Pieles stands out from the crowd thanks to its radical aesthetic and bold themes. The characters are lovable and the chapters range from the comically absurd to the morosely heart-wrenching,” – The Upcoming.co.uk

Newton cast

Newton’s main cast and director at Berlinale

For a series of Indian, comedy or political films: Newton (Germany, Masurkar)
This refreshing, gentle comedy about a government clerk on election duty in the conflict ridden jungle of Central India won the Art Cinema award for the Forum section at Berlinale. The great thing about seeing Newton at the festival was the opportunity to hear directly from the director and cast themselves after the screening during a Q&A about their experiences making the film, and the meticulous planning involved.

For a season on unusual romances and/or autism: Don’t let the brutal slaughterhouse surroundings distract from the poetic and tender love story that plays out in On Body and Soul. If you’re programming about diversity issues, then it might be useful to know that one of the couple displays many autistic tendencies, some of which help inform the direction of the plot, and some with amusing consequences.

Malisa Sledmere, No6 Cinema, Portsmouth

“Although it is hard to decide which films to choose at the beginning, the buzz about which films are the best and worth seeing soon starts to get around. I usually asked other queuers what they had seen and what they recommended and by this process the list of films to ‘must see’ gets tighter and better as time goes on.”

“For me seeing some of the festival films was very useful. At No6 we have for a long time wanted to screen a more diverse range of films than the ones that are available through the regular distributors, but I would never dare to screen a festival film just from a trailer. I would definitely want to see it in its entirety before deciding to take a chance on it and being at the festival would enable us to make the best  choices.”

More Berlinale picks from the Film Hub network

Watershed Cinema Curator Mark Cosgrove picks his four to watch out for from Berlinale 2017, plus a full run down of the In Competition films.

Film industry training opportunities now open

Flatpack Film Festival vlogging workshop

Think you have what it takes to become the next vlogging star, or know a young person who does? Spaces are available at the Vlogging Workshop at Flatpack Film Festival in Birmingham on 8 & 9 April, and there are 3 places available for young people (16 – 24) from the South East. Find out how to apply.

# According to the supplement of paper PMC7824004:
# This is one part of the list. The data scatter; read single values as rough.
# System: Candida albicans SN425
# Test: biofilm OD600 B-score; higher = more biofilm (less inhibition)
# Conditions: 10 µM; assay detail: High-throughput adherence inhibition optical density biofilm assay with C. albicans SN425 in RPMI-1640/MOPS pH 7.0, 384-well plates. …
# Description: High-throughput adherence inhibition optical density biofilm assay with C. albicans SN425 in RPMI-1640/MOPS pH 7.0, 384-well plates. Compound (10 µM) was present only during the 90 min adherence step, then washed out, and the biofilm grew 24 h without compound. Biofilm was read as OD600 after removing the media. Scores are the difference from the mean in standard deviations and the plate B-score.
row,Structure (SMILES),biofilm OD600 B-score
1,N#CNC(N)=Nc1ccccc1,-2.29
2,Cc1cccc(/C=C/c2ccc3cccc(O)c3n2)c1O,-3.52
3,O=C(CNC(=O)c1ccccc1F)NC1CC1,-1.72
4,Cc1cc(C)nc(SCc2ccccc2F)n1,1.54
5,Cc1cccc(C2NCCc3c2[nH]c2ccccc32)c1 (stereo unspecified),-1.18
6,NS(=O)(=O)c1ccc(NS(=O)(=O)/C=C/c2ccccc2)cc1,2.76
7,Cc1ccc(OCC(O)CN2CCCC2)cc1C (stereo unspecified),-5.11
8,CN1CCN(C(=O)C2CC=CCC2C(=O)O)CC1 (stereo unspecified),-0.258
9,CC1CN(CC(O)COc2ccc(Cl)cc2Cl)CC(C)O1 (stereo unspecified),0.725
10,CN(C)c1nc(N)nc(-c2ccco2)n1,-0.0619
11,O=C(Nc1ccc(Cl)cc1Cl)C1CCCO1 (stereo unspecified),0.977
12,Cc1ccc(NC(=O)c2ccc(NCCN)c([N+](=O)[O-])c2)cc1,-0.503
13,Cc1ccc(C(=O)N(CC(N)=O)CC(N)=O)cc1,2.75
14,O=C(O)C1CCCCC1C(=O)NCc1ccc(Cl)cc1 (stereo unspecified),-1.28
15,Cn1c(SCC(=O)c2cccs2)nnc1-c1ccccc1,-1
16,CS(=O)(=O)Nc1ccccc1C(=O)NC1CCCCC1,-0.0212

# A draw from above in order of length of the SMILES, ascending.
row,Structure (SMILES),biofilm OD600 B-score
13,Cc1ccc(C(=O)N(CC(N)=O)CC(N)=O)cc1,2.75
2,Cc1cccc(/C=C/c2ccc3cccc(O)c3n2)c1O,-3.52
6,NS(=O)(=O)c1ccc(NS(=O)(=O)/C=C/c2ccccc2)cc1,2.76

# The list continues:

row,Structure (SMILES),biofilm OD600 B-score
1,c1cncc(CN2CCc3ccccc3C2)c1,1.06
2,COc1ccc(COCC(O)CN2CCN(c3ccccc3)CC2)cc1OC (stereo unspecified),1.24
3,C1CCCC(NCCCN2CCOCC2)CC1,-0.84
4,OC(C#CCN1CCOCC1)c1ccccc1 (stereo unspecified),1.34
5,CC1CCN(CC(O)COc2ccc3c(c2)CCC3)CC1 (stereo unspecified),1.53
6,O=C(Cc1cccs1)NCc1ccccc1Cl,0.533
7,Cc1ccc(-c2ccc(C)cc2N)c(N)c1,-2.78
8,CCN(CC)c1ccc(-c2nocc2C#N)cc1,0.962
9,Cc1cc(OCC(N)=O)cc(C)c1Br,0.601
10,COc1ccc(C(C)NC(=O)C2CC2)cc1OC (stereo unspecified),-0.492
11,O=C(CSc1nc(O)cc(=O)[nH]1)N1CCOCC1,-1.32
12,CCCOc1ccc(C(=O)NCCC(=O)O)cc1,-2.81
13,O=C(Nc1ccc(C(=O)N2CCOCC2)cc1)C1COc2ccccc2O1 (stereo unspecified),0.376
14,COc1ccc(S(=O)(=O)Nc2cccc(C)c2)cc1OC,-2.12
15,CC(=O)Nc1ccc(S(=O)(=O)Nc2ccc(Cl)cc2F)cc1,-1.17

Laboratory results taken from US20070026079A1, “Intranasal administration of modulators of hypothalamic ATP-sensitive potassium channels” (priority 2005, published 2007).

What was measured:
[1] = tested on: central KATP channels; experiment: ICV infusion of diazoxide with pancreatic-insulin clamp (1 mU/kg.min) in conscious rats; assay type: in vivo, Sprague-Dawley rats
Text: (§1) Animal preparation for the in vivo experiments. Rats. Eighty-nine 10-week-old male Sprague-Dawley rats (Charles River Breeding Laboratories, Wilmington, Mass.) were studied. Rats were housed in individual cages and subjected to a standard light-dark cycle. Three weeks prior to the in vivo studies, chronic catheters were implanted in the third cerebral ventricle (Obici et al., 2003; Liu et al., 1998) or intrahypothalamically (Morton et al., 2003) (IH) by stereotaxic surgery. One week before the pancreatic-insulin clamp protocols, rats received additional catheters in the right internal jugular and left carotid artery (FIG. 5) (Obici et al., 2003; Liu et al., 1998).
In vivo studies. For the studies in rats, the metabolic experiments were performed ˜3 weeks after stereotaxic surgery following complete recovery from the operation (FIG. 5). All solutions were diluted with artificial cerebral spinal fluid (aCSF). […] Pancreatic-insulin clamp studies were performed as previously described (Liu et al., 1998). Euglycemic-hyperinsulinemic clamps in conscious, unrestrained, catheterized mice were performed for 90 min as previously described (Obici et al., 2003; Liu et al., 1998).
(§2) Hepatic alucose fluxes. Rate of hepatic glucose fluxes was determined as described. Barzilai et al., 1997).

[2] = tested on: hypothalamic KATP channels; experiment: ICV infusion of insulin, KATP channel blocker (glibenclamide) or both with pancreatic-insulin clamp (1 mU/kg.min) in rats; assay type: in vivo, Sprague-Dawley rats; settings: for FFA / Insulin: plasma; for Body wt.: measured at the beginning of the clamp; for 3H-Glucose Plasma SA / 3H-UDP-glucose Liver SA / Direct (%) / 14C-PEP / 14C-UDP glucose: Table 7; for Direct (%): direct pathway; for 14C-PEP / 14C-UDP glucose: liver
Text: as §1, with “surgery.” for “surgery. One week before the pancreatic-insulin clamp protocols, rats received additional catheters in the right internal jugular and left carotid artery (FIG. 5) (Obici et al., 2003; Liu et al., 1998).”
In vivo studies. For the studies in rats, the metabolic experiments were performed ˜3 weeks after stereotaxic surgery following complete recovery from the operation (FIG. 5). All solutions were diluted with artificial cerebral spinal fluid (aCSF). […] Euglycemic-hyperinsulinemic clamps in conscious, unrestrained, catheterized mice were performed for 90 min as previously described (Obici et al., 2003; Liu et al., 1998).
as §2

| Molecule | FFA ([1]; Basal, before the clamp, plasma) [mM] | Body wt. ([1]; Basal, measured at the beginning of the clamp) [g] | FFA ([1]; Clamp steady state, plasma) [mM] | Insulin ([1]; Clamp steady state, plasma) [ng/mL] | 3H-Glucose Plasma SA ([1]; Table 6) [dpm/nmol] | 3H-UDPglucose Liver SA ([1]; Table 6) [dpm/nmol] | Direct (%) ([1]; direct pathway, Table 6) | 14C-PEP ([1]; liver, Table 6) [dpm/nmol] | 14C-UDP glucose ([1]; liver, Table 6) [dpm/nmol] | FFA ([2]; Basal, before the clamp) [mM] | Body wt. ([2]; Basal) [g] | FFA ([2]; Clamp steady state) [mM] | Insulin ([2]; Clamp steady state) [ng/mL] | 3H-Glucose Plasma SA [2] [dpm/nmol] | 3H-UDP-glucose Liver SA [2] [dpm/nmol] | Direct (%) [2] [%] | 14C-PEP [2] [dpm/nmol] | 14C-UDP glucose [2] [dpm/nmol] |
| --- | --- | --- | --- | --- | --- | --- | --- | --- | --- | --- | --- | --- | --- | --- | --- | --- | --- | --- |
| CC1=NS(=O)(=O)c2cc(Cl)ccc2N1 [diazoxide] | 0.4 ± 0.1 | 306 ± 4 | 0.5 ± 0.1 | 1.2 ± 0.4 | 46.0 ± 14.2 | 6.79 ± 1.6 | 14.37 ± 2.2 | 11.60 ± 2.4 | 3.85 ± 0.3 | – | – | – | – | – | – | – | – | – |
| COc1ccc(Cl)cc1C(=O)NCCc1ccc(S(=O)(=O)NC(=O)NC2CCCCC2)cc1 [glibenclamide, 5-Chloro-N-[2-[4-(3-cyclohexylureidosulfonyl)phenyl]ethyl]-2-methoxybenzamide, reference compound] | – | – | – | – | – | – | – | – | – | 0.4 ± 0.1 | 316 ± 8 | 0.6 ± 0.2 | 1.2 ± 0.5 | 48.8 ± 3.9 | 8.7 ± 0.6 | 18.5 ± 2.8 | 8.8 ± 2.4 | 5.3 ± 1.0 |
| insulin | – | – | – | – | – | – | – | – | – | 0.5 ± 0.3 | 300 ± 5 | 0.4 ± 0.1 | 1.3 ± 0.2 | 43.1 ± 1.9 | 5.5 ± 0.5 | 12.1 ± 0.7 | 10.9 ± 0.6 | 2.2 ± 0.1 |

You can watch a short video of feedback from the young participants from last year:

Inside Pictures 2017: Open for applications until 12 March

Film industry business training and leadership skills development programme, Inside Pictures, takes place between June 2017 and January 2018. Scholarships and bursaries are available. Apply now.

shortFLIX is a new initiative led by Creative England and National Youth Theatre for undiscovered filmmakers aged 18-25 who are not currently in full-time education, employment or training. Applications are open on the shortFLIX website until 8 March.

Modern Tales is a professional development initiative for emerging BAME, female and disabled filmmakers, and supports writers, directors and producers. Apply by 9 March 2017.

Data Driven Marketing – top tips for your cinema

Blog post by Annie Mannion

Annie Mannion headshot

Annie Mannion, Film Hub South East Co-ordinator

I’m privileged to be attending the Independent Cinema Office‘s Data Driven Marketing course in Leeds this week. I thought I’d use the opportunity to share some of the key lightbulb moments I’ve experienced while here, so far. In no particular order:

Young people: sadly, being in my mid-30s, I’m no longer defined as a young person (sob). But, when trying to find out how to attract and engage younger audiences to screenings, what I’d failed to realise until now was the wealth of people already available for me to ask. My friend’s daughter? The students eating their lunch on the bench outside my office? They’re right there. You probably have the same kinds of contacts at your disposal: GO ASK THEM. Chances are they’ll be able to tell you some really useful information about how to reach younger people at your venue.

Your ticket booking system: You can make quick wins by asking brief questions of those who are using your online booking system, without it seeming like you’re hassling them. Such as ‘How did you find out about this event?’ can tell you so much about the effectiveness and impact of your existing marketing efforts, and where you could focus your time and money in the future.

Find your receptive audiences for free: Log on to the Audience Finder website (it’s very quick and easy) and head to the Mapping section. Pop in your postcode and navigate the dropdown menus to identify the different audience segments in your town.  This screenshot identifies the top types of audiences for arthouse film – Metroculturals (just 5% of UK households) come first:

Arthouse film photo

What sort of people go to arthouse film?

Increase bums on seats: According to data from comScore (formerly Rentrak), 77% of UK adults say they DO visit the cinema. So, the audience is still there to engage.  They haven’t given up entirely. Your challenge is to make them go more often.